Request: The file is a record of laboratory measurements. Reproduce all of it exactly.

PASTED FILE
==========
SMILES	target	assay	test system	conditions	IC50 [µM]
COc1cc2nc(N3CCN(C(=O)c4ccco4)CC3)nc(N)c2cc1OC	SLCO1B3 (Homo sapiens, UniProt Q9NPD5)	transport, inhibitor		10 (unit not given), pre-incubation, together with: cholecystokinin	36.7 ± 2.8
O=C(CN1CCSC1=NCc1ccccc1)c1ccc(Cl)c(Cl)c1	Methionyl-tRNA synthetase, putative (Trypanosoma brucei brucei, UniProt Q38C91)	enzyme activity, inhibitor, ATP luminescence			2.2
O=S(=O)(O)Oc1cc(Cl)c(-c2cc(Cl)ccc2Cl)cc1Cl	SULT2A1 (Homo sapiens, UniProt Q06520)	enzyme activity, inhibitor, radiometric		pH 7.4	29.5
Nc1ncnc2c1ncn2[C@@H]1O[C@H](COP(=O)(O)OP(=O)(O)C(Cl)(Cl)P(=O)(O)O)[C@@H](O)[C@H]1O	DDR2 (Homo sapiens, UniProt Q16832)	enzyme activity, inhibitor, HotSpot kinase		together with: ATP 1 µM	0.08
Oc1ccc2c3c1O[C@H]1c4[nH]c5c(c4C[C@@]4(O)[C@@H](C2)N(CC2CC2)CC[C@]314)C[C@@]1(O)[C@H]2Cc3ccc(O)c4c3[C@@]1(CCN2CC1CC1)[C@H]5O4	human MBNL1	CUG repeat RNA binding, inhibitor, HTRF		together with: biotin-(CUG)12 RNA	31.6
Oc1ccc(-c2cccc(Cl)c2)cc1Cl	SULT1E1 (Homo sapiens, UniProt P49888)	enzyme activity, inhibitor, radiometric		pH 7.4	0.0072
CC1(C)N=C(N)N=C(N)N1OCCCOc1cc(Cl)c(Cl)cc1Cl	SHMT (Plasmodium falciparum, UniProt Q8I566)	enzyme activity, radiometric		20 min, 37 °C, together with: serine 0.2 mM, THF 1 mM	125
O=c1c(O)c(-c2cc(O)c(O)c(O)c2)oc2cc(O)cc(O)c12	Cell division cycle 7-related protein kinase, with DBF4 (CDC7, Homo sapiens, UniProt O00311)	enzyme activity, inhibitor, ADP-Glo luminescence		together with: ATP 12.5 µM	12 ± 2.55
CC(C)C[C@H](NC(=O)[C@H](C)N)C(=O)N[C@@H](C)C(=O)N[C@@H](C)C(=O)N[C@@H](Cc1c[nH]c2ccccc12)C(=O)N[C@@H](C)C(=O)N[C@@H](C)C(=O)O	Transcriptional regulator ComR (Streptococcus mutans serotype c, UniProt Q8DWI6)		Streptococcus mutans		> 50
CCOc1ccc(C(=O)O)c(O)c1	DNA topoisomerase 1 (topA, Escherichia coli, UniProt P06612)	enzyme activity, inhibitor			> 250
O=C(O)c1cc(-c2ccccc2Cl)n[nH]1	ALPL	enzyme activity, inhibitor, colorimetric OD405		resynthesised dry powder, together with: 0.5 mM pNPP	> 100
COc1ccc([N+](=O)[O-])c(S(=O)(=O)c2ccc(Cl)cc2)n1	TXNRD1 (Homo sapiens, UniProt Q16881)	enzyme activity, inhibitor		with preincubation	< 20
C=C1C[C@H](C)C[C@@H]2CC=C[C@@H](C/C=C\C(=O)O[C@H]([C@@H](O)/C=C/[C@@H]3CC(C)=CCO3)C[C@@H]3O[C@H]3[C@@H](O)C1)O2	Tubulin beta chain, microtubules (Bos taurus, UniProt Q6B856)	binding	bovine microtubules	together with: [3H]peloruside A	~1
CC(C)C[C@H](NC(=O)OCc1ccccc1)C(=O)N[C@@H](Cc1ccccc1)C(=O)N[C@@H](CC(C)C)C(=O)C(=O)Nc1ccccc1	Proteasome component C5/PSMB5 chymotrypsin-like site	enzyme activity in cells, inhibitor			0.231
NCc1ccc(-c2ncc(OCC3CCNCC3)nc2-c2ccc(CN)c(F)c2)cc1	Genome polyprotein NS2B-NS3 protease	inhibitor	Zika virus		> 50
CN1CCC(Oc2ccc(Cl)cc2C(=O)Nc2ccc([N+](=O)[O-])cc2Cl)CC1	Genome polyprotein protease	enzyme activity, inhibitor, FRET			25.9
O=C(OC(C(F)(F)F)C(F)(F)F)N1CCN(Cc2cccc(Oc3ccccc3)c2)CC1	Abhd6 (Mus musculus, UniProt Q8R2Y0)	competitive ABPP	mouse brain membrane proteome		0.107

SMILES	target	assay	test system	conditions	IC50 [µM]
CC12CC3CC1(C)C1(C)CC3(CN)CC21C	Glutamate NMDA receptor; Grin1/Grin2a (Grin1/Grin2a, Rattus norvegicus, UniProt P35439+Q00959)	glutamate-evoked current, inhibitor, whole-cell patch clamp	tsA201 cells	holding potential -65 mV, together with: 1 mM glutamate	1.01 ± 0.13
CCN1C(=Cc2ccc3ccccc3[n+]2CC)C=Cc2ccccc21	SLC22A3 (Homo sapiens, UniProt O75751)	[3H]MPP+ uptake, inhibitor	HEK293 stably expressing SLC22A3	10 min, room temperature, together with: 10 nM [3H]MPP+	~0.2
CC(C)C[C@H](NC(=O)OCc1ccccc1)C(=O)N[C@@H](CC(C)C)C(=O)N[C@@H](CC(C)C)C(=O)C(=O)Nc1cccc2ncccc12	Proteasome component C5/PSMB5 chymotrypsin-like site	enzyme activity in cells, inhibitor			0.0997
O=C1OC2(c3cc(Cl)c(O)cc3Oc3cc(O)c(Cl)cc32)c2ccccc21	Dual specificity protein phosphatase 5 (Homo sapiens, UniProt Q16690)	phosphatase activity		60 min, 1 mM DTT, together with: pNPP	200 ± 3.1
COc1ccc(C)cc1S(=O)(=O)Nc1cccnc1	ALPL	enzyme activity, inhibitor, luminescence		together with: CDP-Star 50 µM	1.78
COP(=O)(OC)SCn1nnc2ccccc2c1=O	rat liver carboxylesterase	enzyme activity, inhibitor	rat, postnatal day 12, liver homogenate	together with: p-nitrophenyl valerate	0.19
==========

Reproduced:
SMILES	target	assay	test system	conditions	IC50 [µM]
COc1cc2nc(N3CCN(C(=O)c4ccco4)CC3)nc(N)c2cc1OC	SLCO1B3 (Homo sapiens, UniProt Q9NPD5)	transport, inhibitor		10 (unit not given), pre-incubation, together with: cholecystokinin	36.7 ± 2.8
O=C(CN1CCSC1=NCc1ccccc1)c1ccc(Cl)c(Cl)c1	Methionyl-tRNA synthetase, putative (Trypanosoma brucei brucei, UniProt Q38C91)	enzyme activity, inhibitor, ATP luminescence			2.2
O=S(=O)(O)Oc1cc(Cl)c(-c2cc(Cl)ccc2Cl)cc1Cl	SULT2A1 (Homo sapiens, UniProt Q06520)	enzyme activity, inhibitor, radiometric		pH 7.4	29.5
Nc1ncnc2c1ncn2[C@@H]1O[C@H](COP(=O)(O)OP(=O)(O)C(Cl)(Cl)P(=O)(O)O)[C@@H](O)[C@H]1O	DDR2 (Homo sapiens, UniProt Q16832)	enzyme activity, inhibitor, HotSpot kinase		together with: ATP 1 µM	0.08
Oc1ccc2c3c1O[C@H]1c4[nH]c5c(c4C[C@@]4(O)[C@@H](C2)N(CC2CC2)CC[C@]314)C[C@@]1(O)[C@H]2Cc3ccc(O)c4c3[C@@]1(CCN2CC1CC1)[C@H]5O4	human MBNL1	CUG repeat RNA binding, inhibitor, HTRF		together with: biotin-(CUG)12 RNA	31.6
Oc1ccc(-c2cccc(Cl)c2)cc1Cl	SULT1E1 (Homo sapiens, UniProt P49888)	enzyme activity, inhibitor, radiometric		pH 7.4	0.0072
CC1(C)N=C(N)N=C(N)N1OCCCOc1cc(Cl)c(Cl)cc1Cl	SHMT (Plasmodium falciparum, UniProt Q8I566)	enzyme activity, radiometric		20 min, 37 °C, together with: serine 0.2 mM, THF 1 mM	125
O=c1c(O)c(-c2cc(O)c(O)c(O)c2)oc2cc(O)cc(O)c12	Cell division cycle 7-related protein kinase, with DBF4 (CDC7, Homo sapiens, UniProt O00311)	enzyme activity, inhibitor, ADP-Glo luminescence		together with: ATP 12.5 µM	12 ± 2.55
CC(C)C[C@H](NC(=O)[C@H](C)N)C(=O)N[C@@H](C)C(=O)N[C@@H](C)C(=O)N[C@@H](Cc1c[nH]c2ccccc12)C(=O)N[C@@H](C)C(=O)N[C@@H](C)C(=O)O	Transcriptional regulator ComR (Streptococcus mutans serotype c, UniProt Q8DWI6)		Streptococcus mutans		> 50
CCOc1ccc(C(=O)O)c(O)c1	DNA topoisomerase 1 (topA, Escherichia coli, UniProt P06612)	enzyme activity, inhibitor			> 250
O=C(O)c1cc(-c2ccccc2Cl)n[nH]1	ALPL	enzyme activity, inhibitor, colorimetric OD405		resynthesised dry powder, together with: 0.5 mM pNPP	> 100
COc1ccc([N+](=O)[O-])c(S(=O)(=O)c2ccc(Cl)cc2)n1	TXNRD1 (Homo sapiens, UniProt Q16881)	enzyme activity, inhibitor		with preincubation	< 20
C=C1C[C@H](C)C[C@@H]2CC=C[C@@H](C/C=C\C(=O)O[C@H]([C@@H](O)/C=C/[C@@H]3CC(C)=CCO3)C[C@@H]3O[C@H]3[C@@H](O)C1)O2	Tubulin beta chain, microtubules (Bos taurus, UniProt Q6B856)	binding	bovine microtubules	together with: [3H]peloruside A	~1
CC(C)C[C@H](NC(=O)OCc1ccccc1)C(=O)N[C@@H](Cc1ccccc1)C(=O)N[C@@H](CC(C)C)C(=O)C(=O)Nc1ccccc1	Proteasome component C5/PSMB5 chymotrypsin-like site	enzyme activity in cells, inhibitor			0.231
NCc1ccc(-c2ncc(OCC3CCNCC3)nc2-c2ccc(CN)c(F)c2)cc1	Genome polyprotein NS2B-NS3 protease	inhibitor	Zika virus		> 50
CN1CCC(Oc2ccc(Cl)cc2C(=O)Nc2ccc([N+](=O)[O-])cc2Cl)CC1	Genome polyprotein protease	enzyme activity, inhibitor, FRET			25.9
O=C(OC(C(F)(F)F)C(F)(F)F)N1CCN(Cc2cccc(Oc3ccccc3)c2)CC1	Abhd6 (Mus musculus, UniProt Q8R2Y0)	competitive ABPP	mouse brain membrane proteome		0.107

SMILES	target	assay	test system	conditions	IC50 [µM]
CC12CC3CC1(C)C1(C)CC3(CN)CC21C	Glutamate NMDA receptor; Grin1/Grin2a (Grin1/Grin2a, Rattus norvegicus, UniProt P35439+Q00959)	glutamate-evoked current, inhibitor, whole-cell patch clamp	tsA201 cells	holding potential -65 mV, together with: 1 mM glutamate	1.01 ± 0.13
CCN1C(=Cc2ccc3ccccc3[n+]2CC)C=Cc2ccccc21	SLC22A3 (Homo sapiens, UniProt O75751)	[3H]MPP+ uptake, inhibitor	HEK293 stably expressing SLC22A3	10 min, room temperature, together with: 10 nM [3H]MPP+	~0.2
CC(C)C[C@H](NC(=O)OCc1ccccc1)C(=O)N[C@@H](CC(C)C)C(=O)N[C@@H](CC(C)C)C(=O)C(=O)Nc1cccc2ncccc12	Proteasome component C5/PSMB5 chymotrypsin-like site	enzyme activity in cells, inhibitor			0.0997
O=C1OC2(c3cc(Cl)c(O)cc3Oc3cc(O)c(Cl)cc32)c2ccccc21	Dual specificity protein phosphatase 5 (Homo sapiens, UniProt Q16690)	phosphatase activity		60 min, 1 mM DTT, together with: pNPP	200 ± 3.1
COc1ccc(C)cc1S(=O)(=O)Nc1cccnc1	ALPL	enzyme activity, inhibitor, luminescence		together with: CDP-Star 50 µM	1.78
COP(=O)(OC)SCn1nnc2ccccc2c1=O	rat liver carboxylesterase	enzyme activity, inhibitor	rat, postnatal day 12, liver homogenate	together with: p-nitrophenyl valerate	0.19